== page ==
Sat. Dec 3rd, 2022

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Film Review – Hunt for the Wilderpeople

3 min read

Grizzled veteran Sam Neil (The Daughter, Jurassic Park) and relative newcomer Julian Dennison (Paper Planes, Shopping) form a formidable partnership in this irreverent and engaging Kiwi comedy from the ever reliable Taika Waititi (What We Do in the Shadows, Boy). It has already been a huge domestic hit in New Zealand and should have sufficient mainstream appeal to captivate international audiences as well.

Based on the book Wild Pork and Watercress by Barry Crump, it tells the story of troubled juvenile delinquent Ricky Baker (Dennison), who has been in foster homes most of his life. Given a final shot at integrating into a family, he is taken in by enthusiastic maternal figure Aunt Bella (Rima Te Wiata) and her less hospitable husband Uncle Hec (Neill). After a few teething problems adapting to his new rural surrounds, Ricky begins to feel at home, but a tragic event threatens to send him back into the system. Rather than face returning to his previous existence, Ricky fakes his own death and retreats into the bush. When Hec finally catches up with him, a serious of calamities see the pair stuck in the wilderness together for months and must overcome their mutual disdain to survive. As time goes by, the pair realise that they have become notorious national celebrities. Hec is wanted for kidnap and child services want Ricky back under their wing. Pursued by the authorities, they form a bond and decide to stay on the run.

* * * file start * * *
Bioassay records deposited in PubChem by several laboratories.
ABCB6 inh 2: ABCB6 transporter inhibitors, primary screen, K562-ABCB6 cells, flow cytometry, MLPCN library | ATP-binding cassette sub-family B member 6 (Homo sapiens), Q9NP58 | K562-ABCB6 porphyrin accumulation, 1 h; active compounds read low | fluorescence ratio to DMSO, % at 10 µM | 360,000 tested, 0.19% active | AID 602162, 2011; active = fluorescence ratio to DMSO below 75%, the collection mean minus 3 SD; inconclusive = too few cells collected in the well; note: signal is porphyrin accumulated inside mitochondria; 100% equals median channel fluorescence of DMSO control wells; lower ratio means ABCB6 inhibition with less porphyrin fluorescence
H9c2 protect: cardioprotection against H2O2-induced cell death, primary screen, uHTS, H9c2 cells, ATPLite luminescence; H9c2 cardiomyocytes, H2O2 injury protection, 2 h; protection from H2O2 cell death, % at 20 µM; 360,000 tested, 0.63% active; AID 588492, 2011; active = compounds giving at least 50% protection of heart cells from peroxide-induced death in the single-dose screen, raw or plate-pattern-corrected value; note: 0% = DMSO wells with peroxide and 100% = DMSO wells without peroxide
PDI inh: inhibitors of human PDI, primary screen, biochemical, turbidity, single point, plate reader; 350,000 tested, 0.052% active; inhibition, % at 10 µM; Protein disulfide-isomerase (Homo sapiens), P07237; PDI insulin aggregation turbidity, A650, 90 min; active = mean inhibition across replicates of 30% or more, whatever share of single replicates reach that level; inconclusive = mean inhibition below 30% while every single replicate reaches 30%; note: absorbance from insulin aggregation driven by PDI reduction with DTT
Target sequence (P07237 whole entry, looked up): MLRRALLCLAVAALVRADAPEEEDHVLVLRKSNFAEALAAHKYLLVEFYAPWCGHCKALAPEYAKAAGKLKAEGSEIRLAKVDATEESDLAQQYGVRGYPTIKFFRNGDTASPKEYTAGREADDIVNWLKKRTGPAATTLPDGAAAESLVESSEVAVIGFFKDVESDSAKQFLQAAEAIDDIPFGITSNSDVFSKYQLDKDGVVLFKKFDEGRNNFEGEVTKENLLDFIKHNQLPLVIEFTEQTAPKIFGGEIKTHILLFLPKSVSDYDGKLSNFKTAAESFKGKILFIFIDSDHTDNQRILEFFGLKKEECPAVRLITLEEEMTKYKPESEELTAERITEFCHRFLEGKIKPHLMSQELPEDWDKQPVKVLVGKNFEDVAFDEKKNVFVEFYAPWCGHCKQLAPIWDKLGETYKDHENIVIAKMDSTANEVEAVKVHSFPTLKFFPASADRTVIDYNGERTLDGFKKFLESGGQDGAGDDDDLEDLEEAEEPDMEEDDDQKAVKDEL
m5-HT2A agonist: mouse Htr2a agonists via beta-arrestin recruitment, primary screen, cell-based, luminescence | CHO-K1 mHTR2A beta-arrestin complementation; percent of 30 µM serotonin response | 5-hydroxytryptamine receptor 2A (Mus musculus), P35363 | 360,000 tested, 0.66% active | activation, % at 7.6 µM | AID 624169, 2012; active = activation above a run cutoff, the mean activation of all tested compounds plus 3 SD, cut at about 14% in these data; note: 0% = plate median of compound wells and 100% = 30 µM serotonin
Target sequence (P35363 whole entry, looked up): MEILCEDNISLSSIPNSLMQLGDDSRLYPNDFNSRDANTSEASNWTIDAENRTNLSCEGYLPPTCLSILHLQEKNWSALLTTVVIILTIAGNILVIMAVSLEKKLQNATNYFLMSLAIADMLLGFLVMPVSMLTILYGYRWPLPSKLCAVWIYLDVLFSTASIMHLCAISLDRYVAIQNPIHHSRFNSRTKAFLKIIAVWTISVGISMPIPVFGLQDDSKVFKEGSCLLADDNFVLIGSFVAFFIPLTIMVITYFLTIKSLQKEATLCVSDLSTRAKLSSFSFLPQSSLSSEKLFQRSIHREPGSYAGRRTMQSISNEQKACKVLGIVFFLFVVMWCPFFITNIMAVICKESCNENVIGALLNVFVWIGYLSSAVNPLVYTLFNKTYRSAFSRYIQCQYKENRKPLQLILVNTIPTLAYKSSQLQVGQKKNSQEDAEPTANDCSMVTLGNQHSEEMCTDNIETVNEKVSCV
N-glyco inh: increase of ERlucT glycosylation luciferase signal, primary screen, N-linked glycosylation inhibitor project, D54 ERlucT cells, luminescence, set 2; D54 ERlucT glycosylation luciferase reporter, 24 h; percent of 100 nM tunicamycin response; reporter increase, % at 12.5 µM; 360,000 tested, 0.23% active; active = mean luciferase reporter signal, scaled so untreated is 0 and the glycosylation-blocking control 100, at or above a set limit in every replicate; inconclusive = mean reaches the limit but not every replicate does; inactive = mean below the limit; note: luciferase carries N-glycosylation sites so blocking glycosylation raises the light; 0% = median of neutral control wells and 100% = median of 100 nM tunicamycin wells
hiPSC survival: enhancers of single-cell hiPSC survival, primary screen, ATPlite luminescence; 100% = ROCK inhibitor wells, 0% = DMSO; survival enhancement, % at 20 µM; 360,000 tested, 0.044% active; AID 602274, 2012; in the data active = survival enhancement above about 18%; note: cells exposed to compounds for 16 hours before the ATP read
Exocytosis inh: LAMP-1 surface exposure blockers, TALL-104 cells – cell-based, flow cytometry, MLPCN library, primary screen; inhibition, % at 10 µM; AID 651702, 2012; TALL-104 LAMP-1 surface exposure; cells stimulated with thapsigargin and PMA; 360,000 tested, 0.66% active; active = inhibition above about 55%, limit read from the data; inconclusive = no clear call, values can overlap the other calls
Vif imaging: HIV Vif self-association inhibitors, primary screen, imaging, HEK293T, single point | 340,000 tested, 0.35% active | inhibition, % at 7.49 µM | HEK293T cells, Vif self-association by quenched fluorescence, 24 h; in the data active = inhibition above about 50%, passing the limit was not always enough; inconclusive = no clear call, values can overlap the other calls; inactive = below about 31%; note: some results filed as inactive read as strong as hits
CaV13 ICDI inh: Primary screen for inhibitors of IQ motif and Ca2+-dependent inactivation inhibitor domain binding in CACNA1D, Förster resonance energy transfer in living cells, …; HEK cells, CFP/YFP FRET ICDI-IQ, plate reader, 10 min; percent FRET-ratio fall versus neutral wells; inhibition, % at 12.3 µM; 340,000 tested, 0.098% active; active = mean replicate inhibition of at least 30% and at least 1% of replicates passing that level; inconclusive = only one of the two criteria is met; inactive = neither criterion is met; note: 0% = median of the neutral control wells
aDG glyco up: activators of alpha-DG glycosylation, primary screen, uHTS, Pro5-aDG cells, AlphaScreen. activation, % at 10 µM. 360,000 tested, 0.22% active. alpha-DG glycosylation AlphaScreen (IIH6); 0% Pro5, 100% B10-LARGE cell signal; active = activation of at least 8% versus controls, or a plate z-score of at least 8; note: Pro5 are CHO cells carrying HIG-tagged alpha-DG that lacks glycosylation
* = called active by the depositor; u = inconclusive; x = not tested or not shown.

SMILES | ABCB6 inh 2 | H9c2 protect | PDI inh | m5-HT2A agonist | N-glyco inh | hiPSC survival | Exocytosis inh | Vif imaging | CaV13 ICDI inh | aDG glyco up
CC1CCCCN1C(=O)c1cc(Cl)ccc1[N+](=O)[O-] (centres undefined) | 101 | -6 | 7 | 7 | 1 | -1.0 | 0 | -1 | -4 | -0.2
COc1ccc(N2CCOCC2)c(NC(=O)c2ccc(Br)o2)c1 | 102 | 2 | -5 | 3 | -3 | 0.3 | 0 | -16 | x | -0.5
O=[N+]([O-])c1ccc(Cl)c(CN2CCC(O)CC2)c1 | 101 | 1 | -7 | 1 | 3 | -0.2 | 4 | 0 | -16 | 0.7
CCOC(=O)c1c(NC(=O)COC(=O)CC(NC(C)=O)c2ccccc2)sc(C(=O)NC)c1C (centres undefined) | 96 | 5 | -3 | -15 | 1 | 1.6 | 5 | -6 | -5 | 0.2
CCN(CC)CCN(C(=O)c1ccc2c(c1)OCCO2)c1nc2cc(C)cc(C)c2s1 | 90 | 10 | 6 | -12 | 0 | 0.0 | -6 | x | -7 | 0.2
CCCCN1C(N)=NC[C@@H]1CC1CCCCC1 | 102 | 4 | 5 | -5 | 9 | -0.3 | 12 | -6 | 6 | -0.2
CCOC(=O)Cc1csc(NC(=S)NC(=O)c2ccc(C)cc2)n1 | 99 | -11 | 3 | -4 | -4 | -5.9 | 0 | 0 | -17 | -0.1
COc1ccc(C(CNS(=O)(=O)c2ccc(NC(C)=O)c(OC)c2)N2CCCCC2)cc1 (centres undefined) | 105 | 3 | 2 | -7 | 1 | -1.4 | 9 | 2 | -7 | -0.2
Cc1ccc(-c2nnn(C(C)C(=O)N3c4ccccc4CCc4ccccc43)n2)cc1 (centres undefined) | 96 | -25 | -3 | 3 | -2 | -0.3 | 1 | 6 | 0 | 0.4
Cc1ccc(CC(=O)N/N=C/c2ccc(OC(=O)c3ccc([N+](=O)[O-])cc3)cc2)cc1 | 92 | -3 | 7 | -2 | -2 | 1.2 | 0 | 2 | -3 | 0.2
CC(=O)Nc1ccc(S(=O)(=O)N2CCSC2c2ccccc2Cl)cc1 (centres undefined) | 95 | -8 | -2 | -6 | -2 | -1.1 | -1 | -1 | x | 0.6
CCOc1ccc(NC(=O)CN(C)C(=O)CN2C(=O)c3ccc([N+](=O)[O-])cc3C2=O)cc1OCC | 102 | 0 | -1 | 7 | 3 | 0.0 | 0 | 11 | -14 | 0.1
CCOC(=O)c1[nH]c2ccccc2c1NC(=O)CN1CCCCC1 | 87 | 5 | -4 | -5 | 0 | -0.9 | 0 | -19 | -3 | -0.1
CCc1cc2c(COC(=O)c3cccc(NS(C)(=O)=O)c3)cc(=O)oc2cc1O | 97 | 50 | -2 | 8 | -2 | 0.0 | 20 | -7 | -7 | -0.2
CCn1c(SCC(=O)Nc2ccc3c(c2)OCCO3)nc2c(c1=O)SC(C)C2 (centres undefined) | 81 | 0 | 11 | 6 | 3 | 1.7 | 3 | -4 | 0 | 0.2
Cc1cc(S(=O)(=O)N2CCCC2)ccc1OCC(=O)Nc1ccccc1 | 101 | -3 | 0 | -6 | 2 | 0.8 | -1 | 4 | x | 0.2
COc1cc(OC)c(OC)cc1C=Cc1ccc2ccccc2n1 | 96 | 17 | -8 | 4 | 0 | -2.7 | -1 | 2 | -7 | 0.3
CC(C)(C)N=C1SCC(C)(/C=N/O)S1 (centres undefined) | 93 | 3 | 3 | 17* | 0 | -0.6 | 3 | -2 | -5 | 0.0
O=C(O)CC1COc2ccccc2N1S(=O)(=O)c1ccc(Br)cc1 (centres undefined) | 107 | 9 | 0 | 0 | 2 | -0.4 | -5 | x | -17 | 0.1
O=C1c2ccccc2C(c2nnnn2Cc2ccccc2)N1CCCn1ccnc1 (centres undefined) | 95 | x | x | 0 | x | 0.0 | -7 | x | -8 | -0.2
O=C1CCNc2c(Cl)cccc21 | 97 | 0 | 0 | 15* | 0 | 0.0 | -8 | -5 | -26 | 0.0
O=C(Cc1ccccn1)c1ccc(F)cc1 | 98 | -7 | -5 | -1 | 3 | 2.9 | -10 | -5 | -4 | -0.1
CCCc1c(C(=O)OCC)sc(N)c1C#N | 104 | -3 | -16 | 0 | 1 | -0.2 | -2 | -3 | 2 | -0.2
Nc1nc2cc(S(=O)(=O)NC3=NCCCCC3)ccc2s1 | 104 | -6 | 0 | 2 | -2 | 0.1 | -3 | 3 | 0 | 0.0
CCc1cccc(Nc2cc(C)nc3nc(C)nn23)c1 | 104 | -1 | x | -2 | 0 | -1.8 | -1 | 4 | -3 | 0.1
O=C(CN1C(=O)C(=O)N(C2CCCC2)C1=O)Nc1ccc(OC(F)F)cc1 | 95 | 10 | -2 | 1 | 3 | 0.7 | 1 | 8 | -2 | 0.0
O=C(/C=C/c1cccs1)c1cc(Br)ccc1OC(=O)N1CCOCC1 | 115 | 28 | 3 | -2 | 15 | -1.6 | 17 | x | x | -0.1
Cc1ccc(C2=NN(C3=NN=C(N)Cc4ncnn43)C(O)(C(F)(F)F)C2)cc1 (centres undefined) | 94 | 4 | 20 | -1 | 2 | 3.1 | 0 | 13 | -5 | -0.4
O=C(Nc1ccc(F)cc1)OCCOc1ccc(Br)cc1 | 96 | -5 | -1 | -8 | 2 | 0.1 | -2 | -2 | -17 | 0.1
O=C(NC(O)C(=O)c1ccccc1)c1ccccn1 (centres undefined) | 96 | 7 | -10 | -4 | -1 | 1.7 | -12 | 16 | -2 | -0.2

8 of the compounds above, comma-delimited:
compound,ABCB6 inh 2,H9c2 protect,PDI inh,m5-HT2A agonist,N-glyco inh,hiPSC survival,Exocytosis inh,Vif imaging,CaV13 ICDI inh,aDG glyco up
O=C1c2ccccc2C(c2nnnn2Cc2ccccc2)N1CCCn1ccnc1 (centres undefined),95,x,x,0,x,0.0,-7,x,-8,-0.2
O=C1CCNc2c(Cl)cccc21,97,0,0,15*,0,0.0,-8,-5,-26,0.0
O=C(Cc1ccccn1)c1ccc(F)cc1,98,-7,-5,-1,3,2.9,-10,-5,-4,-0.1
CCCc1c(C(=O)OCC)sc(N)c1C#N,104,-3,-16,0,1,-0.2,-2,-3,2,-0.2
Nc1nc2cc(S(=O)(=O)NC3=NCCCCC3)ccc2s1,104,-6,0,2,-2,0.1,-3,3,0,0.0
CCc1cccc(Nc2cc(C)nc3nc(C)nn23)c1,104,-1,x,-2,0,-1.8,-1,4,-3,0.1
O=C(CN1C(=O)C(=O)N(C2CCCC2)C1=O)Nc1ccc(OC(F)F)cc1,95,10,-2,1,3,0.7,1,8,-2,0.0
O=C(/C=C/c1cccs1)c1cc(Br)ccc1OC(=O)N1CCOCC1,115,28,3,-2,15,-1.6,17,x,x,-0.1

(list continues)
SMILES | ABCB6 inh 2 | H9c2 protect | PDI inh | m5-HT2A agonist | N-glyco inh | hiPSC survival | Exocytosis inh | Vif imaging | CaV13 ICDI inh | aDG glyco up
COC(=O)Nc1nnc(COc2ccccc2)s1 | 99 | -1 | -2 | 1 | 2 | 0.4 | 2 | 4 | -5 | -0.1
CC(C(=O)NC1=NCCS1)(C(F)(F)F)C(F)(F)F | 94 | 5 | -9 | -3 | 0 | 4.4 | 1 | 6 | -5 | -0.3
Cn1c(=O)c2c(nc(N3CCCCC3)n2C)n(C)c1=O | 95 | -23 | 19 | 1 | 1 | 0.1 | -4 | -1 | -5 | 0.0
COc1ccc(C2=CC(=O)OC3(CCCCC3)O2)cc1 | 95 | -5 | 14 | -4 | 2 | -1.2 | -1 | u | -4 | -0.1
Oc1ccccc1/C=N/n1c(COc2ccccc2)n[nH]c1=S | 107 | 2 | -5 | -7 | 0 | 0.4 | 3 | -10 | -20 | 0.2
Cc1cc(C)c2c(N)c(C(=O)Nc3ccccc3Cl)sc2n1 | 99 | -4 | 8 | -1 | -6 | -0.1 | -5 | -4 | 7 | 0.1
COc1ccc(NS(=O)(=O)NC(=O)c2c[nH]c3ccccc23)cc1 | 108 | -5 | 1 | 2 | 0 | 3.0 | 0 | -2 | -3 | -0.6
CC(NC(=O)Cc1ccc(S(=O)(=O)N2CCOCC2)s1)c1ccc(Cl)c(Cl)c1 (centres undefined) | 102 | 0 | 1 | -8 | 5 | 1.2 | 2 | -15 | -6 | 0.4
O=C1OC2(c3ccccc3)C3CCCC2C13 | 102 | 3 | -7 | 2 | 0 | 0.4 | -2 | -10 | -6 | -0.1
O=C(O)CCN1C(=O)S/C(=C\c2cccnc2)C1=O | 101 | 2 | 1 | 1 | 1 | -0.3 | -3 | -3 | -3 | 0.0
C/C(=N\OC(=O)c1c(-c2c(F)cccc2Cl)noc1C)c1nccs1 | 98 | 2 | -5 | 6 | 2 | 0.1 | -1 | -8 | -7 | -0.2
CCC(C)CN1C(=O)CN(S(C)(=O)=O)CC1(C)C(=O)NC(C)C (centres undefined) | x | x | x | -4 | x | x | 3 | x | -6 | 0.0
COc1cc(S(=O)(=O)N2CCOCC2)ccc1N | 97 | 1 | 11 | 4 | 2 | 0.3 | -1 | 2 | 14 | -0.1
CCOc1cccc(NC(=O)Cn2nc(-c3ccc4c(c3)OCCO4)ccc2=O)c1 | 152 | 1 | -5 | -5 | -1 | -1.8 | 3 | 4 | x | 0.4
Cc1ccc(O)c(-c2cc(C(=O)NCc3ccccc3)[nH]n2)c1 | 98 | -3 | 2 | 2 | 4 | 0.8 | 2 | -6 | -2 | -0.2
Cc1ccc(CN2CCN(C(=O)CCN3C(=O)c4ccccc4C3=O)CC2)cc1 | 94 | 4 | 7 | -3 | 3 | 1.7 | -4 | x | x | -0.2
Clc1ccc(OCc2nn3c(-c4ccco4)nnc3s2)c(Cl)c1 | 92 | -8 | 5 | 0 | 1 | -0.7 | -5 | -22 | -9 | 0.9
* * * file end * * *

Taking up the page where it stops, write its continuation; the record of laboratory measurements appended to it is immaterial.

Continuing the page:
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The film has a procedural narrative structure and never quite reaches the comedic heights of Waititi’s more playfully constructed previous work. However, the casting of Neill and Dennison is perfect and the chemistry between the pair makes their journey consistently engaging. There are plenty of belly laughs cultivated from their conflict, peppered with some emotional and endearing touches in the film’s more poignant moments. This is undoubtedly Waititi’s most technically proficient and overall cinematic film to date. The widescreen vistas of New Zealand’s North Island are beautifully captured instilling the film with an epic visual style. There are a number of peripheral characters added into the mix with varying degrees of success. Rachel House as demented Child Services Officer Paula Hall and Oscar Kightley as hapless cop Andy start brightly but become increasingly grating as the film progresses. Te Wiata gives a lovely turn as Aunt Bella but Rhys Darby is disastrous as the ill judged Psycho Sam, a character obviously employed for comic effect, that just doesn’t work at all.

More formulaic and nowhere near as inspired when compared to comedy masterpieces Boy and What We Do in the Shadows, Waititi’s latest film is nevertheless very likeable and has an abundance of heart. The appealing performances from Neill and Dennison make for some magical moments and it is another impressive addition to the director’s CV. It’s going to be very interesting to see how he adapts his unique style to big budget Hollywood fare on the upcoming Thor: Ragnarok.